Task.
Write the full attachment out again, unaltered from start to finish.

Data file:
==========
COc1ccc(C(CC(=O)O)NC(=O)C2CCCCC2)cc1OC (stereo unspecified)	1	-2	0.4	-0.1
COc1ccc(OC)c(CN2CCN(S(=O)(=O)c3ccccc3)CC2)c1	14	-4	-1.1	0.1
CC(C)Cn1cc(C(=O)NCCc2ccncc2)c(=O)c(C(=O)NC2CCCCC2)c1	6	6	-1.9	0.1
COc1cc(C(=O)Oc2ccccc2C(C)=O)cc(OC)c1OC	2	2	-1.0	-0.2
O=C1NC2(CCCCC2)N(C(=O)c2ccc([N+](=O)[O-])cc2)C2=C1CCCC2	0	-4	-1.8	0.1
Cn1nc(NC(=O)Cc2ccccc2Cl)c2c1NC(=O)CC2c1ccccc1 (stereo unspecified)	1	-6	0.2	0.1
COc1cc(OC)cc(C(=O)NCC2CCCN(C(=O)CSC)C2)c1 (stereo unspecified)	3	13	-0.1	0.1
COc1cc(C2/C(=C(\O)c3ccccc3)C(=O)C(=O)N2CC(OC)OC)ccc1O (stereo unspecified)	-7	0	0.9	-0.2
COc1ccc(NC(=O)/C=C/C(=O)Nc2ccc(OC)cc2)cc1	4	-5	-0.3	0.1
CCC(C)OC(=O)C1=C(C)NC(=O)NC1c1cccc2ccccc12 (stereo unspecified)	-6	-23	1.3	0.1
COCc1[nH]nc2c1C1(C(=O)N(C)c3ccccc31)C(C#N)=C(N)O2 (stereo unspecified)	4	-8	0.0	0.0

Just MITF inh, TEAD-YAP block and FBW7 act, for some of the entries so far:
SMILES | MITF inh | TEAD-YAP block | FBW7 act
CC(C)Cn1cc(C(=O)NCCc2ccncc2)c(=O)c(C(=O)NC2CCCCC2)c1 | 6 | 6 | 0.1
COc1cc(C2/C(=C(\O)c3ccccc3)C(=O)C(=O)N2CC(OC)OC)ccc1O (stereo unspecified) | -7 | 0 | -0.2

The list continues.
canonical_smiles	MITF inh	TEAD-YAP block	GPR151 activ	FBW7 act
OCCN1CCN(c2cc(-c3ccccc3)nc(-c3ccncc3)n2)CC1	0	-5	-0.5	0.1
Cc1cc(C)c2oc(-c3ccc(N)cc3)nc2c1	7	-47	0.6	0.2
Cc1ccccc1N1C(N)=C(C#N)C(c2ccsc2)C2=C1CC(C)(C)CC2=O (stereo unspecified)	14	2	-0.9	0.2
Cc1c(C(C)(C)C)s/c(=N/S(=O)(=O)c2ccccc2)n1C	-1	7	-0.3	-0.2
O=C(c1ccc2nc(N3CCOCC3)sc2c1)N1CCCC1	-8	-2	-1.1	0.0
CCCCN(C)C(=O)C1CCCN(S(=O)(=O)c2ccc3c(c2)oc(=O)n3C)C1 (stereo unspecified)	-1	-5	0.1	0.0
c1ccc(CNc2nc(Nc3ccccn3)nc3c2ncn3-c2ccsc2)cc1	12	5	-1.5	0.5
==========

COc1ccc(C(CC(=O)O)NC(=O)C2CCCCC2)cc1OC (stereo unspecified)	1	-2	0.4	-0.1
COc1ccc(OC)c(CN2CCN(S(=O)(=O)c3ccccc3)CC2)c1	14	-4	-1.1	0.1
CC(C)Cn1cc(C(=O)NCCc2ccncc2)c(=O)c(C(=O)NC2CCCCC2)c1	6	6	-1.9	0.1
COc1cc(C(=O)Oc2ccccc2C(C)=O)cc(OC)c1OC	2	2	-1.0	-0.2
O=C1NC2(CCCCC2)N(C(=O)c2ccc([N+](=O)[O-])cc2)C2=C1CCCC2	0	-4	-1.8	0.1
Cn1nc(NC(=O)Cc2ccccc2Cl)c2c1NC(=O)CC2c1ccccc1 (stereo unspecified)	1	-6	0.2	0.1
COc1cc(OC)cc(C(=O)NCC2CCCN(C(=O)CSC)C2)c1 (stereo unspecified)	3	13	-0.1	0.1
COc1cc(C2/C(=C(\O)c3ccccc3)C(=O)C(=O)N2CC(OC)OC)ccc1O (stereo unspecified)	-7	0	0.9	-0.2
COc1ccc(NC(=O)/C=C/C(=O)Nc2ccc(OC)cc2)cc1	4	-5	-0.3	0.1
CCC(C)OC(=O)C1=C(C)NC(=O)NC1c1cccc2ccccc12 (stereo unspecified)	-6	-23	1.3	0.1
COCc1[nH]nc2c1C1(C(=O)N(C)c3ccccc31)C(C#N)=C(N)O2 (stereo unspecified)	4	-8	0.0	0.0

Just MITF inh, TEAD-YAP block and FBW7 act, for some of the entries so far:
SMILES | MITF inh | TEAD-YAP block | FBW7 act
CC(C)Cn1cc(C(=O)NCCc2ccncc2)c(=O)c(C(=O)NC2CCCCC2)c1 | 6 | 6 | 0.1
COc1cc(C2/C(=C(\O)c3ccccc3)C(=O)C(=O)N2CC(OC)OC)ccc1O (stereo unspecified) | -7 | 0 | -0.2

The list continues.
canonical_smiles	MITF inh	TEAD-YAP block	GPR151 activ	FBW7 act
OCCN1CCN(c2cc(-c3ccccc3)nc(-c3ccncc3)n2)CC1	0	-5	-0.5	0.1
Cc1cc(C)c2oc(-c3ccc(N)cc3)nc2c1	7	-47	0.6	0.2
Cc1ccccc1N1C(N)=C(C#N)C(c2ccsc2)C2=C1CC(C)(C)CC2=O (stereo unspecified)	14	2	-0.9	0.2
Cc1c(C(C)(C)C)s/c(=N/S(=O)(=O)c2ccccc2)n1C	-1	7	-0.3	-0.2
O=C(c1ccc2nc(N3CCOCC3)sc2c1)N1CCCC1	-8	-2	-1.1	0.0
CCCCN(C)C(=O)C1CCCN(S(=O)(=O)c2ccc3c(c2)oc(=O)n3C)C1 (stereo unspecified)	-1	-5	0.1	0.0
c1ccc(CNc2nc(Nc3ccccn3)nc3c2ncn3-c2ccsc2)cc1	12	5	-1.5	0.5